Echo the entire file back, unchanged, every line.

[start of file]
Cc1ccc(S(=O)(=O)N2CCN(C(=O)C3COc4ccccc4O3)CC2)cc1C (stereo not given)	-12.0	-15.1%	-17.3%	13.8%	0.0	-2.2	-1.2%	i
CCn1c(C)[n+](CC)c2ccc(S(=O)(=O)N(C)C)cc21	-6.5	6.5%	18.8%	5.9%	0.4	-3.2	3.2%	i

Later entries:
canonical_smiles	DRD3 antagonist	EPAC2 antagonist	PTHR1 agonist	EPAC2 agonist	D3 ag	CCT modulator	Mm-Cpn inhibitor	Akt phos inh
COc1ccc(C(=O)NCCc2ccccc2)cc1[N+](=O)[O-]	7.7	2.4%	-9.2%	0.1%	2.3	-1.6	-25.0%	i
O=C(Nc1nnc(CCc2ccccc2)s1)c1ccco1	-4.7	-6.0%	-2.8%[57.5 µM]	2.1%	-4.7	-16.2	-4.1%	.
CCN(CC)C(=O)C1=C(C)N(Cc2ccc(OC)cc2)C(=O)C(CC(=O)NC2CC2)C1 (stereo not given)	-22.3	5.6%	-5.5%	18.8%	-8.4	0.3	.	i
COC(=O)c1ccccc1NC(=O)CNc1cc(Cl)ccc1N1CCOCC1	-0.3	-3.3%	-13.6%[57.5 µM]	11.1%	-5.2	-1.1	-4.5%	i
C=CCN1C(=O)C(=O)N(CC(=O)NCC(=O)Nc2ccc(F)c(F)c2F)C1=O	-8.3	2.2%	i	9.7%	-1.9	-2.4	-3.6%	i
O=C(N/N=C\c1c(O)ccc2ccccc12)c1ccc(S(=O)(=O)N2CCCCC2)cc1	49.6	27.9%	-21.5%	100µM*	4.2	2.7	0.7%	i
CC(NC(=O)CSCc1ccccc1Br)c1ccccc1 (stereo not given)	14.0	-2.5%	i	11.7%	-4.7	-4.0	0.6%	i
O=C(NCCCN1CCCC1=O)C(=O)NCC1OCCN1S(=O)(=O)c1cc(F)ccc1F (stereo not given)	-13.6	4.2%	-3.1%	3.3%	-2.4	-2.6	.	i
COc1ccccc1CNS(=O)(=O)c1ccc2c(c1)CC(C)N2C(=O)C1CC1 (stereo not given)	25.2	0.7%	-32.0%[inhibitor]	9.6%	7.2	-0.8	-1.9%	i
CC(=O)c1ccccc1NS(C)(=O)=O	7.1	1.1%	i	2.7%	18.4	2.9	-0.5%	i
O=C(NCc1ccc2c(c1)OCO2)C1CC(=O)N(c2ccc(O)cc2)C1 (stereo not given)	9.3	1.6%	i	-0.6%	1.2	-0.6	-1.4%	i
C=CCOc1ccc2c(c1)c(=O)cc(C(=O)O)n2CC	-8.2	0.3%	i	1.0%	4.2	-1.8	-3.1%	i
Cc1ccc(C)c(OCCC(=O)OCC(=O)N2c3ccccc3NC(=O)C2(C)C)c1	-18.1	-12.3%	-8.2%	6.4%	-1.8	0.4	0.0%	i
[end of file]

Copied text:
Cc1ccc(S(=O)(=O)N2CCN(C(=O)C3COc4ccccc4O3)CC2)cc1C (stereo not given)	-12.0	-15.1%	-17.3%	13.8%	0.0	-2.2	-1.2%	i
CCn1c(C)[n+](CC)c2ccc(S(=O)(=O)N(C)C)cc21	-6.5	6.5%	18.8%	5.9%	0.4	-3.2	3.2%	i

Later entries:
canonical_smiles	DRD3 antagonist	EPAC2 antagonist	PTHR1 agonist	EPAC2 agonist	D3 ag	CCT modulator	Mm-Cpn inhibitor	Akt phos inh
COc1ccc(C(=O)NCCc2ccccc2)cc1[N+](=O)[O-]	7.7	2.4%	-9.2%	0.1%	2.3	-1.6	-25.0%	i
O=C(Nc1nnc(CCc2ccccc2)s1)c1ccco1	-4.7	-6.0%	-2.8%[57.5 µM]	2.1%	-4.7	-16.2	-4.1%	.
CCN(CC)C(=O)C1=C(C)N(Cc2ccc(OC)cc2)C(=O)C(CC(=O)NC2CC2)C1 (stereo not given)	-22.3	5.6%	-5.5%	18.8%	-8.4	0.3	.	i
COC(=O)c1ccccc1NC(=O)CNc1cc(Cl)ccc1N1CCOCC1	-0.3	-3.3%	-13.6%[57.5 µM]	11.1%	-5.2	-1.1	-4.5%	i
C=CCN1C(=O)C(=O)N(CC(=O)NCC(=O)Nc2ccc(F)c(F)c2F)C1=O	-8.3	2.2%	i	9.7%	-1.9	-2.4	-3.6%	i
O=C(N/N=C\c1c(O)ccc2ccccc12)c1ccc(S(=O)(=O)N2CCCCC2)cc1	49.6	27.9%	-21.5%	100µM*	4.2	2.7	0.7%	i
CC(NC(=O)CSCc1ccccc1Br)c1ccccc1 (stereo not given)	14.0	-2.5%	i	11.7%	-4.7	-4.0	0.6%	i
O=C(NCCCN1CCCC1=O)C(=O)NCC1OCCN1S(=O)(=O)c1cc(F)ccc1F (stereo not given)	-13.6	4.2%	-3.1%	3.3%	-2.4	-2.6	.	i
COc1ccccc1CNS(=O)(=O)c1ccc2c(c1)CC(C)N2C(=O)C1CC1 (stereo not given)	25.2	0.7%	-32.0%[inhibitor]	9.6%	7.2	-0.8	-1.9%	i
CC(=O)c1ccccc1NS(C)(=O)=O	7.1	1.1%	i	2.7%	18.4	2.9	-0.5%	i
O=C(NCc1ccc2c(c1)OCO2)C1CC(=O)N(c2ccc(O)cc2)C1 (stereo not given)	9.3	1.6%	i	-0.6%	1.2	-0.6	-1.4%	i
C=CCOc1ccc2c(c1)c(=O)cc(C(=O)O)n2CC	-8.2	0.3%	i	1.0%	4.2	-1.8	-3.1%	i
Cc1ccc(C)c(OCCC(=O)OCC(=O)N2c3ccccc3NC(=O)C2(C)C)c1	-18.1	-12.3%	-8.2%	6.4%	-1.8	0.4	0.0%	i